Diet & Nutrition

Sleep apps may leave you sleepless, health experts warn

For many people with sleep disorders sleep apps can leave them so anxious they can't sleep at all

If you just answered 'yes' and you are one of the 1.2 million Australians with a sleep disorder, this app may be causing you more harm than good, health experts at the Sleep Health Foundation today reveal.
These apps, which monitor how many hours of shut-eye a person has each night, can leave those suffering from insomnia or sleep apnea so anxious they won’t sleep at all.
"Pouring over data on your sleep can be fun and may even shed some light on how you sleep, but there can be a downside," says Dr Siobhan Banks, a Senior Researcher at the Sleep Health Foundation.
“These monitors might give you false reassurance or worse still, more anxiety about not getting 'enough' sleep that can lead to yet more troubles with sleeping."
In the past year, sleep apps have risen in popularity astronomically, with Sleep Cycle and Sleep Time+ taking spots in the top 10 paid health and fitness apps in the Apple App Store.
These apps use the in-built accelerometer from Androids and iPhones to measure the movements a person makes once their head hits the pillow to estimate the amount of time and quality of their sleep.
And in an era when many of us fail to get the recommended eight hours of sleep a night - app or no app - experts warn we will pay the price in poorer health, wider waistbands, lower moods and shorter lives unless we find a way to change our habits.
"The evidence in favour of sleep is so clear," Danny Eckert, senior research fellow at Neuroscience Australia and associate professor at the University of NSW tells The Weekly.
Part of this is because while we’re sleeping, neuroscientists have found the brain goes into personal organiser mode, filing away information, making new connections and throwing away rubbish we don't need.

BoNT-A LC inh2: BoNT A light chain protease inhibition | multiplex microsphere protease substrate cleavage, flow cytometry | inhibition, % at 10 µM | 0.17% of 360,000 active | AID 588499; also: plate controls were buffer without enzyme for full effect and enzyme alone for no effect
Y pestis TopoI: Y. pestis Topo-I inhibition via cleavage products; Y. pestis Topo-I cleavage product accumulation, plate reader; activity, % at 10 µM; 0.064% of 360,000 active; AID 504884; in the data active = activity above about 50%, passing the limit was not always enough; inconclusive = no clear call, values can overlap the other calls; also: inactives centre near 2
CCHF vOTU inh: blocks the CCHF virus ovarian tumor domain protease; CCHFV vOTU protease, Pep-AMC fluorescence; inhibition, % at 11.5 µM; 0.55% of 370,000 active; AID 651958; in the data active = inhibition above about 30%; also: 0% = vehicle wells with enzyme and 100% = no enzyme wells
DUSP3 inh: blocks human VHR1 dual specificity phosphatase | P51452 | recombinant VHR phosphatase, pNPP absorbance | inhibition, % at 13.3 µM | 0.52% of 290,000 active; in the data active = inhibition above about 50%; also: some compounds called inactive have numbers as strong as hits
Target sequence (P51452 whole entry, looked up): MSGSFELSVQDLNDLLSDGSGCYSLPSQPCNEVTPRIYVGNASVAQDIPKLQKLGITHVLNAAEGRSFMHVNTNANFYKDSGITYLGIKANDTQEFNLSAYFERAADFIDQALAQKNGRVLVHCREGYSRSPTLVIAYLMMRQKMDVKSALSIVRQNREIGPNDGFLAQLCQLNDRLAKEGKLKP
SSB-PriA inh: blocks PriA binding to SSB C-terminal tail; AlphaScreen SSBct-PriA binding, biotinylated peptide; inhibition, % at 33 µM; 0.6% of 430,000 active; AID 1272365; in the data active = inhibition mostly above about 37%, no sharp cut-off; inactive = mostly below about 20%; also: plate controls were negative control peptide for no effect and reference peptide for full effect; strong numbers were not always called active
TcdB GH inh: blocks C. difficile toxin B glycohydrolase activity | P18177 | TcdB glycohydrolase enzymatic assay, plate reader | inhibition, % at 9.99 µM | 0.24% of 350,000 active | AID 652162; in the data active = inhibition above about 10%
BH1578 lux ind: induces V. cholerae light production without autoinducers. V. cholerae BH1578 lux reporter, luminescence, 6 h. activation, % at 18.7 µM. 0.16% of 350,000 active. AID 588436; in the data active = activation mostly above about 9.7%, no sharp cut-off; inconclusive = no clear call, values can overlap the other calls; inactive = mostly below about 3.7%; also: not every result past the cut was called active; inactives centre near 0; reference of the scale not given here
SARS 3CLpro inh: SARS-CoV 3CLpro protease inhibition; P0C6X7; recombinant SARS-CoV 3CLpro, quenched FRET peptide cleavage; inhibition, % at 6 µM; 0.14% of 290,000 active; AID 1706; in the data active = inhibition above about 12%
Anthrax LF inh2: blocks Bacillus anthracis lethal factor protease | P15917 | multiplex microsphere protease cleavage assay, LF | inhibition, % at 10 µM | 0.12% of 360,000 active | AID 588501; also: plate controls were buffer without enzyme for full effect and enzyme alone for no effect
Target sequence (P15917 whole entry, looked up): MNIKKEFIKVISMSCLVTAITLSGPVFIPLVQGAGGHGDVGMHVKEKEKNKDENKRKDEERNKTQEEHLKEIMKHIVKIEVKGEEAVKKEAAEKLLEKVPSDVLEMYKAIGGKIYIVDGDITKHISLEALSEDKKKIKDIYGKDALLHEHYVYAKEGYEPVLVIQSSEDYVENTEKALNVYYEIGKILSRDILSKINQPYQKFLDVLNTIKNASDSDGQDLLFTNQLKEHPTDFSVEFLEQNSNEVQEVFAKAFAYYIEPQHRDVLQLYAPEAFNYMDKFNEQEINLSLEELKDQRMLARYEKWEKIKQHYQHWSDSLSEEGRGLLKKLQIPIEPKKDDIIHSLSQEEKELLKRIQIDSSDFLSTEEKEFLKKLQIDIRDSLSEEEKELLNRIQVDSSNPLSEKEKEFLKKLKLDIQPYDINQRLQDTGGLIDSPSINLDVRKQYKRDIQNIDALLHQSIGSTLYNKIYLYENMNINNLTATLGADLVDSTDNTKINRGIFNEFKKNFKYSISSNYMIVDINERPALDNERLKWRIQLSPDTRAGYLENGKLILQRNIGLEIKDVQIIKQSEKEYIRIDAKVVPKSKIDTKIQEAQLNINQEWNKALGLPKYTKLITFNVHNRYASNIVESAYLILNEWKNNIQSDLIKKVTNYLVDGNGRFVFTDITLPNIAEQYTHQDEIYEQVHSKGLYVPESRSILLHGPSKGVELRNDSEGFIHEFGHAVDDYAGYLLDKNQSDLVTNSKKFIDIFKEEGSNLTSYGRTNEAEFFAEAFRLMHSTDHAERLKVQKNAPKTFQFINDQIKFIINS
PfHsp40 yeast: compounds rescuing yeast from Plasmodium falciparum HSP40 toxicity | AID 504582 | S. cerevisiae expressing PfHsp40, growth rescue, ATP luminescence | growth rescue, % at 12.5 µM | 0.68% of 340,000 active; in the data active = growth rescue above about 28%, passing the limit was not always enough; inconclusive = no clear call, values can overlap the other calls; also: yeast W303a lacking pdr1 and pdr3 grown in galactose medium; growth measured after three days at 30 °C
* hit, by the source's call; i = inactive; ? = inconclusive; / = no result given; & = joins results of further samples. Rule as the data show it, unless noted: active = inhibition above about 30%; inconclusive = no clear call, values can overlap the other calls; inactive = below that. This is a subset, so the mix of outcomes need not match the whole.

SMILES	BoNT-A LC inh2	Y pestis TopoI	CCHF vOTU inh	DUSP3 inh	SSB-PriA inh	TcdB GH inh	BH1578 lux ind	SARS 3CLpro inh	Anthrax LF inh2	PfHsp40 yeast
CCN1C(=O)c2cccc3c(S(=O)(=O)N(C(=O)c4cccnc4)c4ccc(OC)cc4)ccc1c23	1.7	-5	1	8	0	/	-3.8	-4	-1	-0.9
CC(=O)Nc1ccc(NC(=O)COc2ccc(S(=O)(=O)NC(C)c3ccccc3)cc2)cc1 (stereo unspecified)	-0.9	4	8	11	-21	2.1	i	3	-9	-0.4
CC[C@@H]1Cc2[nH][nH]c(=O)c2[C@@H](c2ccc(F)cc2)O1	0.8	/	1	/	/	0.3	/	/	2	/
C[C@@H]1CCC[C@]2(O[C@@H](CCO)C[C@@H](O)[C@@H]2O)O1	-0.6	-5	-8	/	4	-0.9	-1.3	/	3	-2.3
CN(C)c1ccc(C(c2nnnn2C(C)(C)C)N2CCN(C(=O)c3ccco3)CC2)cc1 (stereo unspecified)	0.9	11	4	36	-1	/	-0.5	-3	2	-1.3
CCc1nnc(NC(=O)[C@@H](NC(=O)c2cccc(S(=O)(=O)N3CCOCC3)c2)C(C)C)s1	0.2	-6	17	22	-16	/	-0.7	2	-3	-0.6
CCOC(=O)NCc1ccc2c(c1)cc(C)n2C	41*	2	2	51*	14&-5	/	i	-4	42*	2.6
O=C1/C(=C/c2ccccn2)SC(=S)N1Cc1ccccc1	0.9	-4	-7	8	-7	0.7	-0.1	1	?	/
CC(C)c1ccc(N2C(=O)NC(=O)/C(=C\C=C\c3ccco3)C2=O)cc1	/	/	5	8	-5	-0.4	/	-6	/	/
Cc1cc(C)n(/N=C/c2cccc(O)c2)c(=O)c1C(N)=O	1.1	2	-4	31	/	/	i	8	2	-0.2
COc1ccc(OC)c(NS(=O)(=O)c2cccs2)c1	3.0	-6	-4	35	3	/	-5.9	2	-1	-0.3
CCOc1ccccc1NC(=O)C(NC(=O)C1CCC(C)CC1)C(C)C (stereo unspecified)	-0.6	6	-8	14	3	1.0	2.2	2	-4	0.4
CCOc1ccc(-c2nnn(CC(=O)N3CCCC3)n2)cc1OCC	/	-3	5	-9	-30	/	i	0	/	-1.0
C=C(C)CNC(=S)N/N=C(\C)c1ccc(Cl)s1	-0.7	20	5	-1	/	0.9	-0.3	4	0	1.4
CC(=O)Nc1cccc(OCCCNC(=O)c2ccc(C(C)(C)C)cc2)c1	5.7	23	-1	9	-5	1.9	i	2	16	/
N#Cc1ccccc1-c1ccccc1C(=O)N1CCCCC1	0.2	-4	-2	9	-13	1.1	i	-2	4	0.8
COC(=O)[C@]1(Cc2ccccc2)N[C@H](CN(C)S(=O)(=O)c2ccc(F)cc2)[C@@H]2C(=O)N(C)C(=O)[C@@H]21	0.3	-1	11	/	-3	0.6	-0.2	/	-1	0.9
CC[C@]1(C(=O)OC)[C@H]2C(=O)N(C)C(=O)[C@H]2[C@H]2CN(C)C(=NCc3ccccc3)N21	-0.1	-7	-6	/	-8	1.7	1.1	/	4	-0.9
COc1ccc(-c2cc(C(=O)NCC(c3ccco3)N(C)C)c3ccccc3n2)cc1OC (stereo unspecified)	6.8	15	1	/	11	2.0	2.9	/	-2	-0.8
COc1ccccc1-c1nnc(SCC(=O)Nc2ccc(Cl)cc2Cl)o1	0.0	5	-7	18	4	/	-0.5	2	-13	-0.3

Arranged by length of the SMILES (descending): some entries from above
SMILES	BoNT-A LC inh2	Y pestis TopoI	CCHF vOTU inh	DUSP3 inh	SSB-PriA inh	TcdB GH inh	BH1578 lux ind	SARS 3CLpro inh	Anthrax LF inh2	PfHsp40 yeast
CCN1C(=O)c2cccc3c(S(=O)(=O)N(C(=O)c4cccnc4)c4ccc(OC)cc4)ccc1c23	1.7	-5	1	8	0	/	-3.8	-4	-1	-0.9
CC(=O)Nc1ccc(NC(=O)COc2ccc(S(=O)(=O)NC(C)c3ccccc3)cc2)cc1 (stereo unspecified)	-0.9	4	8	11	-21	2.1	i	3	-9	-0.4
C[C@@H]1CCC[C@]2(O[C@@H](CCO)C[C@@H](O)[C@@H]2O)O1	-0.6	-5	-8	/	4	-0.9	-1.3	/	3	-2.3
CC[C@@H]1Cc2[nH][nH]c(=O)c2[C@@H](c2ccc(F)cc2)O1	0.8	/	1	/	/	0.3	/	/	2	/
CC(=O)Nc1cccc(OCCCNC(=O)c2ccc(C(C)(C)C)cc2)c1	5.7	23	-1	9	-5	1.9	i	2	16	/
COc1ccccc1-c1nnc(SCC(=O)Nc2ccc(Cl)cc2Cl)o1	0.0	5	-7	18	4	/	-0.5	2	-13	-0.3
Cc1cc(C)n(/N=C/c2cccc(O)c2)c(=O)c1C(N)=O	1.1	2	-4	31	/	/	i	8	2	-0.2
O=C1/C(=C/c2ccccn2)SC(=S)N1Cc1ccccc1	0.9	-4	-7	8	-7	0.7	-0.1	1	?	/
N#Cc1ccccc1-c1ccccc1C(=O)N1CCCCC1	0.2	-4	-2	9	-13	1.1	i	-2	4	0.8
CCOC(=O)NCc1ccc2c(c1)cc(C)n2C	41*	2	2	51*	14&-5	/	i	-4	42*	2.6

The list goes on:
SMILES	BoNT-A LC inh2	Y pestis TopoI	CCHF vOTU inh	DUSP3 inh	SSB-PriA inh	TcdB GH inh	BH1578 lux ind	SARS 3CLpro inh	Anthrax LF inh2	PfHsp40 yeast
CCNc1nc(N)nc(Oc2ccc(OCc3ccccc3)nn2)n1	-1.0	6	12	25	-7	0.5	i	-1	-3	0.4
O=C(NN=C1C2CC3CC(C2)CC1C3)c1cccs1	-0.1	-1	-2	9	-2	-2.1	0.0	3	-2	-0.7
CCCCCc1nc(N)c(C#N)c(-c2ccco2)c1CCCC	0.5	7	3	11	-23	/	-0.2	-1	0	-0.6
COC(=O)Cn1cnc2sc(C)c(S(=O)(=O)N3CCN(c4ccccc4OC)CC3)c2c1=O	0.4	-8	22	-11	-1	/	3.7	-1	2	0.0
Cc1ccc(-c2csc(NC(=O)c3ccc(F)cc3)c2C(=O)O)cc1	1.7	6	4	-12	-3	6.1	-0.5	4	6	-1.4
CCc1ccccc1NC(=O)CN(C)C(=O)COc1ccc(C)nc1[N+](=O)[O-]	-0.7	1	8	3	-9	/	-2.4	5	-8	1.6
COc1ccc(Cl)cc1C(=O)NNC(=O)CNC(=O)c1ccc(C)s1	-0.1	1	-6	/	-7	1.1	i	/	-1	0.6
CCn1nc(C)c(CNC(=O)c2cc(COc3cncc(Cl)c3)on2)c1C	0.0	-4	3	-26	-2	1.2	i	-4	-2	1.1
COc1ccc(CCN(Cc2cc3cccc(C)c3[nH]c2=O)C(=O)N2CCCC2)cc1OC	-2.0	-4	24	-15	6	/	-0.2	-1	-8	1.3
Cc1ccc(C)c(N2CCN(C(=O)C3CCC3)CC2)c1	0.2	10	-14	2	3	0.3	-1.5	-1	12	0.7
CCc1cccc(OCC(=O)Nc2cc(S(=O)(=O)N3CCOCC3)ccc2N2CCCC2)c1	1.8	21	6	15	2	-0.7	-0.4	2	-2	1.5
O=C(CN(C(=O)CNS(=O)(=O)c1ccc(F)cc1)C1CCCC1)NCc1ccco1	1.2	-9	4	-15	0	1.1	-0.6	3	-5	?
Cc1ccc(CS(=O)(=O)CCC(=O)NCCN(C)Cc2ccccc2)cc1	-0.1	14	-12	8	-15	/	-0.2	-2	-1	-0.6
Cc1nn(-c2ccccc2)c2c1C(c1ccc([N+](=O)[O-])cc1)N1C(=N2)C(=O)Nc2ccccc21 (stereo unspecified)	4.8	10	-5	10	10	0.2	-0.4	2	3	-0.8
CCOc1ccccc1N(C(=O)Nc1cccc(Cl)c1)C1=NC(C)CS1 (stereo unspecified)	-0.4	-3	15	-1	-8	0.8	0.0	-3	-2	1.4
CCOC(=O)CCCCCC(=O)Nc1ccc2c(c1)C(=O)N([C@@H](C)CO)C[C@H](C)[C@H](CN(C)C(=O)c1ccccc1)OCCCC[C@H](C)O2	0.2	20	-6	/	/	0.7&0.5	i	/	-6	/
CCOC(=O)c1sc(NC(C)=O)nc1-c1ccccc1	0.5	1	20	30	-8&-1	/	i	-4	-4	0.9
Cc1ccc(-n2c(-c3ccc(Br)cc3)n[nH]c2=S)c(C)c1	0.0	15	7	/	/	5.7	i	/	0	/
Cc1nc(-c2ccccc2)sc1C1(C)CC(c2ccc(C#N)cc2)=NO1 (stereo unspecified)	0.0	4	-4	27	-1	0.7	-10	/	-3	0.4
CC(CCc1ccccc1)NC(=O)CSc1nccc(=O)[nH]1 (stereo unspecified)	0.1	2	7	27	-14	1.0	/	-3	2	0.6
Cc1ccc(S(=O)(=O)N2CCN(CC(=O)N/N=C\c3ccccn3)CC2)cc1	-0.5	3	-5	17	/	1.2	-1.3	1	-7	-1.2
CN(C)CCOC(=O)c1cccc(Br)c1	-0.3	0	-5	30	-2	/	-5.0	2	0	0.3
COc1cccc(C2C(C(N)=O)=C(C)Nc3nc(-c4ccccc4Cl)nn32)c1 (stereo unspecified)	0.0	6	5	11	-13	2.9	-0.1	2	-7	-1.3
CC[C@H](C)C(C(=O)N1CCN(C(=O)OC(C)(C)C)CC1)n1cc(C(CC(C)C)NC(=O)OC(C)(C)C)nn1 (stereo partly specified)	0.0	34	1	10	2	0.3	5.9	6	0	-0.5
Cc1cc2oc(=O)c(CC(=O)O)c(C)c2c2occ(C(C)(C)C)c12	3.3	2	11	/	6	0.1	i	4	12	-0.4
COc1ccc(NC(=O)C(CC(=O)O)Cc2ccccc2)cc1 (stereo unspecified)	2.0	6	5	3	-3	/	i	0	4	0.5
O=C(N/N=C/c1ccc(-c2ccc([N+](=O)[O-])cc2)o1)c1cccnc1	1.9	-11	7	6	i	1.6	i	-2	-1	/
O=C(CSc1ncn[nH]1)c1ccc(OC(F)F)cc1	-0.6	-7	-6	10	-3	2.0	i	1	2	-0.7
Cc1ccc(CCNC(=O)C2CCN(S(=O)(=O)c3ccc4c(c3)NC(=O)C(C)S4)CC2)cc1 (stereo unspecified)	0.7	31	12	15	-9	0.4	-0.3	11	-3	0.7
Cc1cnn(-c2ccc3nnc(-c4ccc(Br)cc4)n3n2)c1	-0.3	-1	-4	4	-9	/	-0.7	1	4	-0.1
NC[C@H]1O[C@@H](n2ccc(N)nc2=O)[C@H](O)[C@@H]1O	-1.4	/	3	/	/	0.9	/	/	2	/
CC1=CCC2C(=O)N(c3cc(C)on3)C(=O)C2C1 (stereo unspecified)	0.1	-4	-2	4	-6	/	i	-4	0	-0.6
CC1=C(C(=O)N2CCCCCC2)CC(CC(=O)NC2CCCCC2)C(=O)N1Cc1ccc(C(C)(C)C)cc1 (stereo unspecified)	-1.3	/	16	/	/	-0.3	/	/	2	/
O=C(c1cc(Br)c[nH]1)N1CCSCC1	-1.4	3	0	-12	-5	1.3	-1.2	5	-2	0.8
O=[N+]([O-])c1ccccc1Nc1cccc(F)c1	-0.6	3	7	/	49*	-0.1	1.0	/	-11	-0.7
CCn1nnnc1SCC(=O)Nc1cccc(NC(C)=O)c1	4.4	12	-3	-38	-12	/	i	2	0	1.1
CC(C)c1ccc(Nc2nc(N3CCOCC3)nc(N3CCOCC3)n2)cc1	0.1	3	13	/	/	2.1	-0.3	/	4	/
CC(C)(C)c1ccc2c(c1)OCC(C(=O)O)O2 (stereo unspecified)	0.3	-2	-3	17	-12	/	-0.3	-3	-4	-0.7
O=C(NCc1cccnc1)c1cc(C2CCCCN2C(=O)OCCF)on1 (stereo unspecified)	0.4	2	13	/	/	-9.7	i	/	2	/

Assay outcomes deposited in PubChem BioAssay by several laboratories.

Long term, if we don't get enough sleep, brain cells can become poisoned and die and "rubbish" can accumulate, meaning the brain may essentially age prematurely.
And even in the short term, says Prof Eckert, research has shown sleep deprivation can raise young people’s blood sugar levels to pre-diabetic levels in the space of a week.
It's not only your brain that's busy; your body also switches into caretaker mode, producing growth hormone, repairing muscle, building bone, breaking down sugars and boosting skin elasticity. Your whole body is being scanned, repaired and rebooted.
So if you suffer from a sleep disorder but are trying to get those precious eight hours, proceed to the App Store with caution.
And here are five ways to get a good night’s sleep.
  • Try to put yourself to bed at the same time each night. The body has an internal clock and hormones which control sleepiness and wakefulness, which works best if there is a regular routine.
  • Avoid stimulants such as caffeine, alcohol, exercise, televisions and all Apple devices in the lead-up to bedtime.
  • Set aside a "worry time" during the evening to think over the day and plan the next. Spend the hour before bed winding down.
  • Don't go to bed starving or too full, and eat your dinner at least two hours before bedtime. A small snack just before bed does help some people sleep better.
  • Only use your bed for sleep and intimacy, as you won’t link it with sleep if you laze about watching TV or using the computer on it.

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